Standing Up to Your Bullies : Adam Rapp’s Little Chicago and Marc Talbert’s The Paper Knife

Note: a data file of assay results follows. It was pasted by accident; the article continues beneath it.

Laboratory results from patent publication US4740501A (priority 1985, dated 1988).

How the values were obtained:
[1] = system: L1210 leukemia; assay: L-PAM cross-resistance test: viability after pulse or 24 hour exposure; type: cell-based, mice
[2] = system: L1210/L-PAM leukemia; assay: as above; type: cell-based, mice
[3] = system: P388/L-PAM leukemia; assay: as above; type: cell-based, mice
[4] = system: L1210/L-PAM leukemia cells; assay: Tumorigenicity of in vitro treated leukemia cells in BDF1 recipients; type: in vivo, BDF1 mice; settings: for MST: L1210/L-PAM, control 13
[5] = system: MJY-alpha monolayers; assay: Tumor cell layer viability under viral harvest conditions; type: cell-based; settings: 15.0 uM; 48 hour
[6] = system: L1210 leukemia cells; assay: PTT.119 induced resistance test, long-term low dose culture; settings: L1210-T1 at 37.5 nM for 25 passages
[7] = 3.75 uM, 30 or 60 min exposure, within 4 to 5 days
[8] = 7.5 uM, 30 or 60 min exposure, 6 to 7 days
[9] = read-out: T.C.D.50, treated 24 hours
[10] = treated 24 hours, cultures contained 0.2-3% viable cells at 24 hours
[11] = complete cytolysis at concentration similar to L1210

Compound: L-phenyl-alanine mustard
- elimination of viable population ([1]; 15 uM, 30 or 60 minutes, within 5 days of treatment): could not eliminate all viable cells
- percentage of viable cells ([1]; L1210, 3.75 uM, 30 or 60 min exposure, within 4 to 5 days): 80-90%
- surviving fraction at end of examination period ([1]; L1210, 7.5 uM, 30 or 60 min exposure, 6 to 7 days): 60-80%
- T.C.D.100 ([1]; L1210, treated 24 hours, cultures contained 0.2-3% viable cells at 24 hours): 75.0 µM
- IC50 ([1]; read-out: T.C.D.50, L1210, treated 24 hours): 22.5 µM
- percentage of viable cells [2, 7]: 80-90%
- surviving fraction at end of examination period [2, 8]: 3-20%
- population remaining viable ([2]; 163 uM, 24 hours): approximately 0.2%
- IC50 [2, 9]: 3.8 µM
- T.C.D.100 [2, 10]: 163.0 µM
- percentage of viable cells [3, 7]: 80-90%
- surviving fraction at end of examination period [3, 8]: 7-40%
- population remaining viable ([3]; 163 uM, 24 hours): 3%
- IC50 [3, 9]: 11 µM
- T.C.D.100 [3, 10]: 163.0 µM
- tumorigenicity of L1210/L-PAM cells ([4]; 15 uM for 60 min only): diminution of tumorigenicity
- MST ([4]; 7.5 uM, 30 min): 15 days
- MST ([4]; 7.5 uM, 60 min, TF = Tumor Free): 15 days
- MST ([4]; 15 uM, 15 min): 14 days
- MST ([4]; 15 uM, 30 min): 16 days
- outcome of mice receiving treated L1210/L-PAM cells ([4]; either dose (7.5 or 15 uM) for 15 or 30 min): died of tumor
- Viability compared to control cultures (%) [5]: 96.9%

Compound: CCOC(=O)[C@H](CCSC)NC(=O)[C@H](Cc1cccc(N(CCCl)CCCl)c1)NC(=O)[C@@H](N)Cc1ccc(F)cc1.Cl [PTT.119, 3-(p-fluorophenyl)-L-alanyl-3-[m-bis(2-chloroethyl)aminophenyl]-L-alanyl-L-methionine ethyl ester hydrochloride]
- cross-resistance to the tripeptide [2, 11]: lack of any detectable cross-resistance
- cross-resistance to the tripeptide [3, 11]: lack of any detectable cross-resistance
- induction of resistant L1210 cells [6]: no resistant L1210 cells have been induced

Besides Chris and Leonard (attempting to) wield guns against the boys who sexually abused them, the young, prepubescent boys who are sexually abused by adult men in Adam Rapp’s Little Chicago and Marc Talbert’s The Paper Knife also threaten male peers with weapons to try and reclaim their masculinity. In Little Chicago, 11-year-old Blacky is sexually abused by his mother’s boyfriend, Al. Three weapons are mentioned in the novel which can all be seen as phallic symbols. When Blacky tells social worker Ms. Wolf of a musket Al keeps in his room and promised to gift him eventually, similar to a Swiss Army knife he had promised to buy him « for our one-year anniversary 54 », Blacky has « to stop talking cause I feel like choking 55 ». The boy makes the connection between the weapons and the phallus, maybe unconsciously, when he tells Ms. Wolf what Al penetrated him with : « I show her my thumb. It’s like I’m holding a weapon 56 ». Feeling like he has been stripped of his masculinity by Al and his bullies at school, who call him « [f]ucking faggot buttfuck sissy 57 » and « a fucking pansy » a slur for an effeminate man, Blacky buys a gun to regain and reinforce his masculinity. With it, Blacky threatens his bullies and even shoots at one, thinking, « I find this so thrilling I almost get a boner 58 ». The phallic gun, a symbolic extension of his penis, gives Blacky power and manifests his masculinity. When he demands his bullies « Baa like a sheep 59 » to humiliate them, they obey. To Blacky, this means victory, a moment he will never forget. The novel ends with the boy leaving the gun in an old car. It has done its job to help Blacky put his bullies in their place by emphasising his masculinity and position toward the peers. Now that Blacky has reclaimed and regained his masculinity, also indicated by him almost getting a boner, he no longer needs the gun as an ersatz-penis. With Al in jail and his position amongst the bullies manifested, there is seemingly little risk of his masculinity being challenged in the near future.